Kaleidoscopic colour bursts forth from Takashi Murakami’s world of fun, spilling out from canvases into the walls and carpets beyond. Amidst his myriad displays of riotous, wildly optimistic colour, the pale, candy hue of SOFT PINK Linen is usually lurking somewhere, tinging the faces of his manga-like characters, the petals of beaming flowers or the tips of curling octopus’ legs. Known for poking fun at the seriousness of the art world, Murakami’s mad-cap, kitsch universe encompasses a vast range of materials including painting, printing, installation, wallpaper, graphics, costume and fashion design, merging high and low art forms together, for, as he sees it, “art and commerce are one.”
Murakami was born in 1962 in Tokyo; his father was a taxi driver while his mother made embroidery and textiles, influencing her son’s attraction to the arts. Throughout his childhood, Murakami was aware of the conflicting influences that defined the identity of contemporary, post-war Japan, as it absorbed the commercialised Americana of the west, while maintaining ancient Japanese traditions. The imagery of Japanese anime and manga animation that arose during this time fascinated Murakami throughout his teenage years, particularly the subculture of otaku, a strand of cartoon imagery that combines cute, childish innocence with perversions and violence.
These early interests led Murakami to study in the nihonga department of Tokyo’s National University of Fine Arts and music, a department which taught Japanese painting techniques as well as Western influenced ideas; he remained there to study a masters and a PhD, where he learned both the intellectual histories of Japanese art, as well as the more contemporary ideas of emergent international artists, particularly in relation to Pop Art and Capitalist Realism. But it was during a fellowship to New York in the 1990s that Murakami truly found his signature style, embracing the Japanese nihonga tradition that had defined his adolescence and elevating it into works of art through experimental exaggerations and ususual techniques.
In one of his most famous paintings, 727, 1996, Murakami introduces the fictional alter-ego, Mr DOB (abbreviated from the Japanese term “dobotzite” or “why?”), seen in the centre, a character inspired by the commercialised brands of Mickey Mouse and Hello Kitty, but with a playful sense of menace. His pale skin is as pink and juicy as fresh fruit, emerging from an aged, worn-looking backdrop as if riding an oriental wave from the traditional past into the synthesised, commercialised Pop Art of the future.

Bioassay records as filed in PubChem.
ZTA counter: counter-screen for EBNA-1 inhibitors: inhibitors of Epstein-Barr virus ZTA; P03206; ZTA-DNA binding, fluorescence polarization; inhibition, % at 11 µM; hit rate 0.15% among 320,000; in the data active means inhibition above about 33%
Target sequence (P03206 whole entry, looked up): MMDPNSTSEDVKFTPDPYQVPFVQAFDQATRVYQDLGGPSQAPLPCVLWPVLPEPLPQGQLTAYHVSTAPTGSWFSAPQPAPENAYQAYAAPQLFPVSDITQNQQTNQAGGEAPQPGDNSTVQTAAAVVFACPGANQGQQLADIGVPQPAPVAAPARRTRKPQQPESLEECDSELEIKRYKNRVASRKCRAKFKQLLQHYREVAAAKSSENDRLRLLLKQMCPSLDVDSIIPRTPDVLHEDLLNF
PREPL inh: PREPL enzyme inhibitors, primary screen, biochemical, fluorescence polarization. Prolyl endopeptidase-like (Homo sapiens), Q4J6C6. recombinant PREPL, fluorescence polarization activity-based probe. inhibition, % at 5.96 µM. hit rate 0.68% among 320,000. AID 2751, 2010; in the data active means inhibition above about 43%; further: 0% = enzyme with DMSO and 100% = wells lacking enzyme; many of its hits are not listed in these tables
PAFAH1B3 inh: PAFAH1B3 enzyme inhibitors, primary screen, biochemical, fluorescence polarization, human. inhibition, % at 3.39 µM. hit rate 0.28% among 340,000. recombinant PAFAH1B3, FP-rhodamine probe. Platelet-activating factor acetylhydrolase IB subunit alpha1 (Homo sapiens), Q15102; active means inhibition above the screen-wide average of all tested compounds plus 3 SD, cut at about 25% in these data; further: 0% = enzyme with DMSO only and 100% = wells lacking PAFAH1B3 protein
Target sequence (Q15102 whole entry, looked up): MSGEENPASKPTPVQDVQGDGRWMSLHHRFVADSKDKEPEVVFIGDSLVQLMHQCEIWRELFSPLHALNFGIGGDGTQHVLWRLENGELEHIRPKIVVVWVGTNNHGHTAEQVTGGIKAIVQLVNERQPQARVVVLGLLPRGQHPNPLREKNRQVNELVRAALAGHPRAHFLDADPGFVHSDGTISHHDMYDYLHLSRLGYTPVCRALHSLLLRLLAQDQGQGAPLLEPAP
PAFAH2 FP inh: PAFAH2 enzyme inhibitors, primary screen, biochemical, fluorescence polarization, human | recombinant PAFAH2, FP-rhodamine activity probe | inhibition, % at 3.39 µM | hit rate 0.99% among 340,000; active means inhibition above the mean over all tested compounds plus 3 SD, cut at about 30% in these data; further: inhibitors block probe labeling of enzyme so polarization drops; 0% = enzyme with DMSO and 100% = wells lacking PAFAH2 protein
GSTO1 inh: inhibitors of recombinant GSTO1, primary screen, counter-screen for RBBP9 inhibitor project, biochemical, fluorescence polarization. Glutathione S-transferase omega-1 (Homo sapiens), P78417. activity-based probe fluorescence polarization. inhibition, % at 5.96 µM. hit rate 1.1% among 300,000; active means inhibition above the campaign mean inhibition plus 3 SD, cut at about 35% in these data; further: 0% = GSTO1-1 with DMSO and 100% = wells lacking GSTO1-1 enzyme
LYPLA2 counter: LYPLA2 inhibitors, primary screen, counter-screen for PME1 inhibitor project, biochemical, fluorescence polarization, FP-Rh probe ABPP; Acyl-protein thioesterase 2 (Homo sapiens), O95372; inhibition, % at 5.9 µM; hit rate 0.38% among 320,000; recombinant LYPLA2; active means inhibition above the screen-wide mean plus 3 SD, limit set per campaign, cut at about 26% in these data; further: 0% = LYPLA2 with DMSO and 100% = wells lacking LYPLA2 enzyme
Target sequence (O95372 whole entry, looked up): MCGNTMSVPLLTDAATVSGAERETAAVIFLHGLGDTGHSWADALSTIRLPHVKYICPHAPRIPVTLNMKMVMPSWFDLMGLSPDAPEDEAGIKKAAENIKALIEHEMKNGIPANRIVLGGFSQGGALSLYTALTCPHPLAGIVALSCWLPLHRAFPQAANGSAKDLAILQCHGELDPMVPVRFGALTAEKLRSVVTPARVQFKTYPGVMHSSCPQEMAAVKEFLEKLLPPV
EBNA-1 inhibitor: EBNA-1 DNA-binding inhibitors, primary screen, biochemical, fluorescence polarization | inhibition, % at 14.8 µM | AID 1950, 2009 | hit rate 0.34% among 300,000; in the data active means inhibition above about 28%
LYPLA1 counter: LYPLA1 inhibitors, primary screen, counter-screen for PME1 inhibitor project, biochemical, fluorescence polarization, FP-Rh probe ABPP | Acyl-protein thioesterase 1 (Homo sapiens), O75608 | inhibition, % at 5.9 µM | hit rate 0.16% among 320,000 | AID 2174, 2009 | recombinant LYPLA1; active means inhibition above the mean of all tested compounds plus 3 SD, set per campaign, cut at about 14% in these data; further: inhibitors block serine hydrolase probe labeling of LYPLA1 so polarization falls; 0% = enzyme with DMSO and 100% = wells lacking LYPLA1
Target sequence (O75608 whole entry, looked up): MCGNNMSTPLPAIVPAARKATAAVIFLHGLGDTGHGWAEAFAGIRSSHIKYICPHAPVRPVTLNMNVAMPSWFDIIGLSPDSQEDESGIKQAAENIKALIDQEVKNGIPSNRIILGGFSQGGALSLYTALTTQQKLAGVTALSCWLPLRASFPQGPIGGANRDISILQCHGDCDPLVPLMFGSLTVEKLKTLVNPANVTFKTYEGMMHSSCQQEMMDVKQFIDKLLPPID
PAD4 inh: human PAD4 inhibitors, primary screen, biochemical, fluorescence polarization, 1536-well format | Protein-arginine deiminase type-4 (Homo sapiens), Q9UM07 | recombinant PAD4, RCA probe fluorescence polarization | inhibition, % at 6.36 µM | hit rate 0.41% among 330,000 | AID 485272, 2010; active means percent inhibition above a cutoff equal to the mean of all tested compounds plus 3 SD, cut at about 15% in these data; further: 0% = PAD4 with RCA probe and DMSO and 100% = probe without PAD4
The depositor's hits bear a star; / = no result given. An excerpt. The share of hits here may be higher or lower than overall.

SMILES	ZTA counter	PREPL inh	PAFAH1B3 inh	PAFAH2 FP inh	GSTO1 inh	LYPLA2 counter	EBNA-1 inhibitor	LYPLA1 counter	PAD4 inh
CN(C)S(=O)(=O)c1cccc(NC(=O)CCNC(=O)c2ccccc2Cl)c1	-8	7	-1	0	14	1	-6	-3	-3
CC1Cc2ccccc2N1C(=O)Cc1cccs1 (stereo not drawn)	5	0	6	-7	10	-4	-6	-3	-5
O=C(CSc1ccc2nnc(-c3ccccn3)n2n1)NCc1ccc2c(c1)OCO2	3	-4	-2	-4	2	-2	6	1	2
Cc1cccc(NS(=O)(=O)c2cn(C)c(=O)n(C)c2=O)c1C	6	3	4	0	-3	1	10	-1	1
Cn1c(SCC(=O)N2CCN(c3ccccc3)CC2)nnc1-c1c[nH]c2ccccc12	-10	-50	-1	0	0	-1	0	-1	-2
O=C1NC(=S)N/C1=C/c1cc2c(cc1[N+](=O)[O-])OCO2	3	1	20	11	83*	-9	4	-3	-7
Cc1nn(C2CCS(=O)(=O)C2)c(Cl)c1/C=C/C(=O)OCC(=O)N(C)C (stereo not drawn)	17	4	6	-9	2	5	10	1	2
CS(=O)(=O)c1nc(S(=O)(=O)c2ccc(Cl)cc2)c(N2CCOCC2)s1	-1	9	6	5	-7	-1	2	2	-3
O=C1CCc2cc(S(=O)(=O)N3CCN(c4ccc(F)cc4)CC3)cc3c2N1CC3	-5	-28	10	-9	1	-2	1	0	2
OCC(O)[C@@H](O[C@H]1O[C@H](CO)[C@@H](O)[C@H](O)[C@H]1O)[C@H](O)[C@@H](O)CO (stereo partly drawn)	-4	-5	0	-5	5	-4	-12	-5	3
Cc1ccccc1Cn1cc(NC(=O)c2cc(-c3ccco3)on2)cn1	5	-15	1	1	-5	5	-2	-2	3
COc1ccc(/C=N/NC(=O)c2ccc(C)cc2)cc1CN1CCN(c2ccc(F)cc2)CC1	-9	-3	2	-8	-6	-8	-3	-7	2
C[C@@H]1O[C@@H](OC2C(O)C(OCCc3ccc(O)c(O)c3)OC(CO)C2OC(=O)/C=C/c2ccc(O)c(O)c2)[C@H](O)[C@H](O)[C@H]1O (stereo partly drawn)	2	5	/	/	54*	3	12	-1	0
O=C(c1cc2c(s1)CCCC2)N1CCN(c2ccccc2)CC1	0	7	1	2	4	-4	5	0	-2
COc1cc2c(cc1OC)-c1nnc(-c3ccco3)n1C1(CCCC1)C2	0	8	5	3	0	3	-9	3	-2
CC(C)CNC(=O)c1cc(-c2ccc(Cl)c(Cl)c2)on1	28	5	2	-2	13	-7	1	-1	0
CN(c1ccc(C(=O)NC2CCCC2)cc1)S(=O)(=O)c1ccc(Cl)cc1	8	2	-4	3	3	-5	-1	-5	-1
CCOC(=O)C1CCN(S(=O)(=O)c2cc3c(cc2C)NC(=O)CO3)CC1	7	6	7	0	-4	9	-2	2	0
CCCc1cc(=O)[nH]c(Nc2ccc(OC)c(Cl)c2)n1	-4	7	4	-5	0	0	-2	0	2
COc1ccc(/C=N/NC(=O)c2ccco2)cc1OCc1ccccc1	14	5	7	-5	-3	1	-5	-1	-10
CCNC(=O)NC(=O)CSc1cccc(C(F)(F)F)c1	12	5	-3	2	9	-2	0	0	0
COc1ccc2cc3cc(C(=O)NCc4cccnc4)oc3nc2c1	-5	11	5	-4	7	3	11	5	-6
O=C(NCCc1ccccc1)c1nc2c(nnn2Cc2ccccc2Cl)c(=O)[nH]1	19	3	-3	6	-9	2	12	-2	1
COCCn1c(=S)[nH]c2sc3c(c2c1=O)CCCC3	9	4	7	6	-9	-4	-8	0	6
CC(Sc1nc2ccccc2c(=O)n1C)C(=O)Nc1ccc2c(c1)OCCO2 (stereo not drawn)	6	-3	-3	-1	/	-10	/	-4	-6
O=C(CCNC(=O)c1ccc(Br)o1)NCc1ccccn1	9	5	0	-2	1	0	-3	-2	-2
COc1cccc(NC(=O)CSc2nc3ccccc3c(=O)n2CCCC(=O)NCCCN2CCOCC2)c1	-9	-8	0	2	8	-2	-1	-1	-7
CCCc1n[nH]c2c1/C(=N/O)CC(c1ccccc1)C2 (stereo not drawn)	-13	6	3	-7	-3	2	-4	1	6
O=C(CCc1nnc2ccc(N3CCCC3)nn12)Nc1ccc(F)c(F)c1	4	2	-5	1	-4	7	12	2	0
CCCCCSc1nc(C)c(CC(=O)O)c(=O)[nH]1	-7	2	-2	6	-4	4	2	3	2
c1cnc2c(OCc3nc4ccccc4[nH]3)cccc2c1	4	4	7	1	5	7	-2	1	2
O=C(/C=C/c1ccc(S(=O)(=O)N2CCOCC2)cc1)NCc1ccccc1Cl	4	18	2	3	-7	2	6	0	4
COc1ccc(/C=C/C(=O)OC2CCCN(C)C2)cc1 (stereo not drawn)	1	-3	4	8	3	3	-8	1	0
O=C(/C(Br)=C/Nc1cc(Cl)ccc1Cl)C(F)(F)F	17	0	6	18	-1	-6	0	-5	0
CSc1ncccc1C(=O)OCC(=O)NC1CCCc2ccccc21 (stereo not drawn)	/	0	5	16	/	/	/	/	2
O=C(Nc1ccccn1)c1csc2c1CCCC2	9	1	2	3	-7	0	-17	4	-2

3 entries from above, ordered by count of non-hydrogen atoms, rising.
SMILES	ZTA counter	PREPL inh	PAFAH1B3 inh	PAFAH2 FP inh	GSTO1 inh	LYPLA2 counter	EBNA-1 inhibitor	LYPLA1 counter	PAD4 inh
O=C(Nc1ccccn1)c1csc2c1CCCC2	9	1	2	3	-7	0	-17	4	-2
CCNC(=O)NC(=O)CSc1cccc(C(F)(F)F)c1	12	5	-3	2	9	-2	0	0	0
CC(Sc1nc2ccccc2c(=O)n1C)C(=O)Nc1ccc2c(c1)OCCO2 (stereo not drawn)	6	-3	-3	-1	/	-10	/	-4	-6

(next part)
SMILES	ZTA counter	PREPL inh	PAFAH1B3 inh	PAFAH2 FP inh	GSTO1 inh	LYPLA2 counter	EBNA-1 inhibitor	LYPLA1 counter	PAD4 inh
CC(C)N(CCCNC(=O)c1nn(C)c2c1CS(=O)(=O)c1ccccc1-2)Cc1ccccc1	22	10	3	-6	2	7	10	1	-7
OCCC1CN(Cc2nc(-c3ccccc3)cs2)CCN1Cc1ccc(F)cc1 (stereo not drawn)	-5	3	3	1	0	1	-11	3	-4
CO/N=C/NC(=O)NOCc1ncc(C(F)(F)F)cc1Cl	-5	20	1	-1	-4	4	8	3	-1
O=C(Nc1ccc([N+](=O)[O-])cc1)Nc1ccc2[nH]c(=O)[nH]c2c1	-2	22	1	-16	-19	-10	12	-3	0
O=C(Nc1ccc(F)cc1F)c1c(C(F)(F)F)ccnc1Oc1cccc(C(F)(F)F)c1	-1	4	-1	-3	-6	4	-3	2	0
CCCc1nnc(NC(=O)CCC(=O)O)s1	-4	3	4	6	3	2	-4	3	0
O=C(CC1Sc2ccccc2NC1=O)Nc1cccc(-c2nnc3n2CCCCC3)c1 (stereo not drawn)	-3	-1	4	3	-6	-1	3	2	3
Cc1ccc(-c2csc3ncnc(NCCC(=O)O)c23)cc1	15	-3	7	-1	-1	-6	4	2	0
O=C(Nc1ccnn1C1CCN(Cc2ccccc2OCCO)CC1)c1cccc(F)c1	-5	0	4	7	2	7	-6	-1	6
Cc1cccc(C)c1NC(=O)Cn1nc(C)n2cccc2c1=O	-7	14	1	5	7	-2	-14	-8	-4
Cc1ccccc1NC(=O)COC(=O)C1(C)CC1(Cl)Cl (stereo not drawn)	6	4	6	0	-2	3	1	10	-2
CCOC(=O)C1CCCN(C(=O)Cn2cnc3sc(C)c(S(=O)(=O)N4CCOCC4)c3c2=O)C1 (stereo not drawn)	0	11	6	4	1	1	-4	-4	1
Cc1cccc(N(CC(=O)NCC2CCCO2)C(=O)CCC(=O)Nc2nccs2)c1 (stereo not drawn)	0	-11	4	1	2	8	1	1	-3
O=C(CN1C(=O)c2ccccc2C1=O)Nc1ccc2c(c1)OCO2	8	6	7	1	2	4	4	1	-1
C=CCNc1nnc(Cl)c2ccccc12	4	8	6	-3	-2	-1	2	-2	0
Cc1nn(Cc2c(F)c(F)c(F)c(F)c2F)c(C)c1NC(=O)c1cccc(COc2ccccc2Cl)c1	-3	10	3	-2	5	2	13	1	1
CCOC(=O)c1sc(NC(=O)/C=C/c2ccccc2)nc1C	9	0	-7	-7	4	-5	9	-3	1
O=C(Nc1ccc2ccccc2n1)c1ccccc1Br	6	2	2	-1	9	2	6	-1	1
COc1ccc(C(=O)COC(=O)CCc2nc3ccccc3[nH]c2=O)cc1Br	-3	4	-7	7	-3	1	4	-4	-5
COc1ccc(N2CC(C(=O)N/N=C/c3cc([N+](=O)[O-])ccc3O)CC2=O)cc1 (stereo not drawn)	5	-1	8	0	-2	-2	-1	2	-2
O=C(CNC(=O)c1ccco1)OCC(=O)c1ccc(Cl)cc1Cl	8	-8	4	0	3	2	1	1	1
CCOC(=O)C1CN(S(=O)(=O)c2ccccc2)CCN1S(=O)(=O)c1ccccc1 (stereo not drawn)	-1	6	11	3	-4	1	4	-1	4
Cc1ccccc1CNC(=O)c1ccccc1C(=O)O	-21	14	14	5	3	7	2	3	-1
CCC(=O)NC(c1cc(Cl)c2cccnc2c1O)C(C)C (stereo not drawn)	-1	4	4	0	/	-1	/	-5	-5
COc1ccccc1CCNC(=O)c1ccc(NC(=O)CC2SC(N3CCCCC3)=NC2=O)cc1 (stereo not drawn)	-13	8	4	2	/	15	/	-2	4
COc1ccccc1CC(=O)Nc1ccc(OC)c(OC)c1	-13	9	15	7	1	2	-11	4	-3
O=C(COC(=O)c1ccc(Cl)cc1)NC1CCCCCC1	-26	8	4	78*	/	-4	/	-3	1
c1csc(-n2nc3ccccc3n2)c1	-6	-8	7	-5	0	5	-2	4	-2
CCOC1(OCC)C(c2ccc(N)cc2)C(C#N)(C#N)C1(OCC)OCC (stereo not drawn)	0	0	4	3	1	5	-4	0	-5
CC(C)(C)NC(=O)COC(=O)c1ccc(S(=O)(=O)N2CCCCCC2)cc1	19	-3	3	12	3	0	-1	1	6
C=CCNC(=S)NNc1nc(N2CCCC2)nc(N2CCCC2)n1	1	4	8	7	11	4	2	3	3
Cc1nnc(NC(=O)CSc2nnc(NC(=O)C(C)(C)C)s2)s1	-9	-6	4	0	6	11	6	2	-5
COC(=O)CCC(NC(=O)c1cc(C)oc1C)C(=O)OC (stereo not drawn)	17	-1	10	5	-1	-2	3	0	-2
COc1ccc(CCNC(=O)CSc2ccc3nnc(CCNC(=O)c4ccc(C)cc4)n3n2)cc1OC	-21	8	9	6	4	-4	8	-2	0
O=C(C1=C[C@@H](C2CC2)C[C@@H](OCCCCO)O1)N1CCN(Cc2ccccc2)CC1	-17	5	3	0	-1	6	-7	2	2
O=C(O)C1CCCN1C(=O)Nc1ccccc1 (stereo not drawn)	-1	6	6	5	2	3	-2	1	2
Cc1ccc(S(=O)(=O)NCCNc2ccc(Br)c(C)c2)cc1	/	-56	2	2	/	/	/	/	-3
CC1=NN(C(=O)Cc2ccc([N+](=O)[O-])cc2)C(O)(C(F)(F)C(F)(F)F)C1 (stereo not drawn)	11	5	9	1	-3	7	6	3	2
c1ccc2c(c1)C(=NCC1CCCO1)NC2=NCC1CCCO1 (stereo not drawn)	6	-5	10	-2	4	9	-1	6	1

The lithograph print Kaikai Kiki News, 2002 features the two characters, Kaikai, in white rabbit ears and her malevolent friend Kiki – the pair form a contrasting yin-yang duo in Murakami’s universe. Seen here against a dazzling backdrop of blooming flowers, their pale pink skin has the smooth, innocent artificiality of a brand-new toy, a mood only quietly undercut by Kiki’s roaming third eye and razor-sharp fangs. Alongside his commercialised characters, Murakami has become known for his own flamboyant personality, which he has embellished with extravagant, hand-made costumes, often featuring candy coloured baby pinks which ramp up the kitsch, faux-naïve irreverence of his art, as seen in the octopus-inspired costume he wore to promote The Octopus Eats His Own Leg, 2017, at the Museum of Contemporary Arts in Chicago.
More recently, at Tai Kwun’s JC Contemporary Art Gallery in Hong Kong in 2018, Murakami staged a huge series of interactive displays featuring many of his most iconic characters and motifs amidst what he calls the “Superflat”, a synthesised, artificial world filled with flattened repeat patterns. In both the installations Superflat Flowers, 2018 and Enso, 2018, a glimmering shade of pale pink is the sweetest colour that sings above all the others, encapsulating the cheeky, hedonistic, and ridiculously optimistic quality that has made Murakami so celebrated and popular today.